At the end of Henrik Ibsen’s play A Doll’s House, Nora Helmer walks away from her family and comfortable life. It is 1879, late on a winter’s night in Norway. She’s alone, with little money and few legal rights. Guided by instinct and sustained by will, Nora sets off on a journey that impoverishes and radicalizes her, then strands her on the harsh Minnesota prairie. She’s searching for love, purpose, and her true self, but struggles to be honest in a hostile world.
Meanwhile, in 1918, a young university student tries to escape her family’s bourgeois conformity as she unravels her grandfather’s hidden shame and the fate of a shadowy feminist who vanished years earlier.
With this inventive work of historical fiction, Swallow answers a question that has dogged theater audiences for A Doll’s House: whatever happened to Nora Helmer? Masterfully crafted and painstakingly researched, the twin story lines of Searching for Nora combine to tell a powerful tale of redemption as they unfold over four decades in the fjords of Norway and the unforgiving American frontier.
Wendy Swallow writes about women’s challenges, now and in the tender past. A memoirist, journalist and professor, Swallow spent ten years working on Searching for Nora, traveling to Norway to interview Ibsen scholars and Norwegian historians, and driving across western Minnesota to hear the stories of immigrant grandparents and experience the wide, empty land. She is also the author of Breaking Apart: A Memoir of Divorce (Hyperion/Thea) and The Triumph of Love over Experience: A Memoir of Remarriage (Hyperion). Her work has been critically acclaimed by Publishers Weekly, Elle, Booklist, Newsday, and The Washington Post, among others, and reprinted in many magazines. She and her husband divide their time between Reno, Nevada, and Cape Cod, Massachusetts.
“So much more than a sequel, Searching for Nora is a masterful tale that spans generations, continents, and the intertwined lives of two remarkable women. Lyrically told and meticulously researched. I couldn't put it down.” —Joanne Lipman, author of That’s What She Said: What Men Need to Know (and Women Need to Tell Them) About Working Together (Washington Post No. 1 bestseller)
“Few narratives in Western literature have inspired more ‘what happened next?’ speculations than Ibsen's A Doll’s House, with its famous ‘door slam heard 'round the world.’ Nora's risky act of self-emancipation… (leaves) us to wonder about the next ‘act’ in her life.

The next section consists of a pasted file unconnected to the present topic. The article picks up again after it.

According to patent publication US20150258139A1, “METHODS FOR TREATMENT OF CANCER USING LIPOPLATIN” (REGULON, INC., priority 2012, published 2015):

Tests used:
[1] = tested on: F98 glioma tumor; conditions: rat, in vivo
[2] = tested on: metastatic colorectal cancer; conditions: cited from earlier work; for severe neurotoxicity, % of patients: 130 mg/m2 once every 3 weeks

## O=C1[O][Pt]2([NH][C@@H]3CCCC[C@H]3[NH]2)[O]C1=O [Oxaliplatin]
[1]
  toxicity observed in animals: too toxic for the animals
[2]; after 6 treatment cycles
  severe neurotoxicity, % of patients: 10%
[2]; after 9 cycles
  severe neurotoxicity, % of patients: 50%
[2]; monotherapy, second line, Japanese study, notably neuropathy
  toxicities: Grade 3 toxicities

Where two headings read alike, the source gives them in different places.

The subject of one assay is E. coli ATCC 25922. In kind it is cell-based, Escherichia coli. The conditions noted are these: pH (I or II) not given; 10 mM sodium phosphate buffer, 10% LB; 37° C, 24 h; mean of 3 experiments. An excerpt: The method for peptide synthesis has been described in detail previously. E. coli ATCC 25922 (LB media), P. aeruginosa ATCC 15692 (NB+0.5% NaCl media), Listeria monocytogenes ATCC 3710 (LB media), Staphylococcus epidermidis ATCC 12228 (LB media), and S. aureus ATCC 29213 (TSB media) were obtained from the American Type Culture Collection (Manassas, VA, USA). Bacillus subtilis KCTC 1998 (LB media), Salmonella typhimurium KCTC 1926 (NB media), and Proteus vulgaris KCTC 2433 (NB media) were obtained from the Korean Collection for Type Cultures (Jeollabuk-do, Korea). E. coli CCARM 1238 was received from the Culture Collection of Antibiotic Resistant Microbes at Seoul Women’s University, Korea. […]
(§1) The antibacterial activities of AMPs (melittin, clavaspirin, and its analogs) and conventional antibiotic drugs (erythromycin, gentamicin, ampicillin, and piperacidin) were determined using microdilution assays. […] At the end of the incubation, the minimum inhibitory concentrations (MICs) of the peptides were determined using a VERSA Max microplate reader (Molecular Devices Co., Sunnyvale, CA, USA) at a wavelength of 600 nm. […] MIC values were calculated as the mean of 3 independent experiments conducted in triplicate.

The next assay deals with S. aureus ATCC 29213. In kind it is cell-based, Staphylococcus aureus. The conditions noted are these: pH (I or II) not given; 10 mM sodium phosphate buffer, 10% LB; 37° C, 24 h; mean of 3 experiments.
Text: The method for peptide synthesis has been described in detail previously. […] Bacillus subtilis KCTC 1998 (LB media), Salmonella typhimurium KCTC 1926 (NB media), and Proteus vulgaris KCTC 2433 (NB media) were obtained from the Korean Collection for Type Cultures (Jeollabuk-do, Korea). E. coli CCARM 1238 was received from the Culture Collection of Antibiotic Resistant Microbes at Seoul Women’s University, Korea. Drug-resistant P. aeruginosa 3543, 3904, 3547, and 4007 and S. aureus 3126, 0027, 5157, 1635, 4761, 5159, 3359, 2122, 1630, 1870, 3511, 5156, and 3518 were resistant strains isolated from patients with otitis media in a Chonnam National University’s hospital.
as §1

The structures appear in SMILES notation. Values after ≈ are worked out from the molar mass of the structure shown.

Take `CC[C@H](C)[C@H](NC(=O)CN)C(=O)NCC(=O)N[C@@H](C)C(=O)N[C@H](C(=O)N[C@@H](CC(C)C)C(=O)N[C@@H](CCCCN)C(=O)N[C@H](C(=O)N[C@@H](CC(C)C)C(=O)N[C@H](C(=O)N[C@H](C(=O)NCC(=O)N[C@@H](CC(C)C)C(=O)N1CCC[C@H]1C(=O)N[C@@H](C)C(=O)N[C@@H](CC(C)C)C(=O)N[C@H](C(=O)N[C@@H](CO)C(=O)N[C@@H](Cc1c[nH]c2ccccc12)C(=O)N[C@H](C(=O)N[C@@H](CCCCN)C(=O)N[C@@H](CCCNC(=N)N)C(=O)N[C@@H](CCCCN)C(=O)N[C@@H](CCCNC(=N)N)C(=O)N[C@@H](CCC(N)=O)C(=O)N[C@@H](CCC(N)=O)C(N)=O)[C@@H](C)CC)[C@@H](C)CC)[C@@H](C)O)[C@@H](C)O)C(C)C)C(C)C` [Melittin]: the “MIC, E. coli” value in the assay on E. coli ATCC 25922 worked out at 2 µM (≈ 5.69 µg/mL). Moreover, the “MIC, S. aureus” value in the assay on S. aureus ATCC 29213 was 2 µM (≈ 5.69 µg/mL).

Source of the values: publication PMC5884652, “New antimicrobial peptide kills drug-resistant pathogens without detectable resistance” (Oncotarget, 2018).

“Wendy Swallow has done the hard work of imagining in four dimensions – across time and space, from Norway to America, and into the first quarter of the 20th century – how the echoes of that door slam might reverberate in the lives of several families, and in the intellectual and social currents of two continents. Her novel is steeped in the Ibsen tradition of meticulous observation, careful design, and rich implication.
“Part family drama, part evocation of early feminism… the work takes us on a satisfying and altogether believable journey as Nora's story comes full circle across the generations.” —Rick Davis, dean of the College of Visual and Performing Arts and Professor of Theater at George Mason University, co-founder of the American Ibsen Theater in Pittsburgh, and co-translator (with Brian Johnston) of five Ibsen plays
“Exquisitely crafted and brilliantly delivered. Swallow brings us a passionate and cautionary tale that speaks to the life choices we all make – and how those decisions ripple through the generations in ways we never could have imagined.” —Steve Piacente, author of Bella, Bootlicker, Pretender and Your New Fighting Stance: Good Enough Isn't ... And You Know It.
“For those who wondered what happened to Ibsen’s Nora Helmer, after she slams the door on her marriage, comes this compelling and engaging novel. A fascinating and well-researched social history of life in Norway for women from 1880 to 1919, as well as a chronicle of the rigors of immigration to the American Midwest. Beautifully written, with characters that resonate long after you turn the last page.” —Beth Brophy, author of My Ex-Best Friend and Reunion.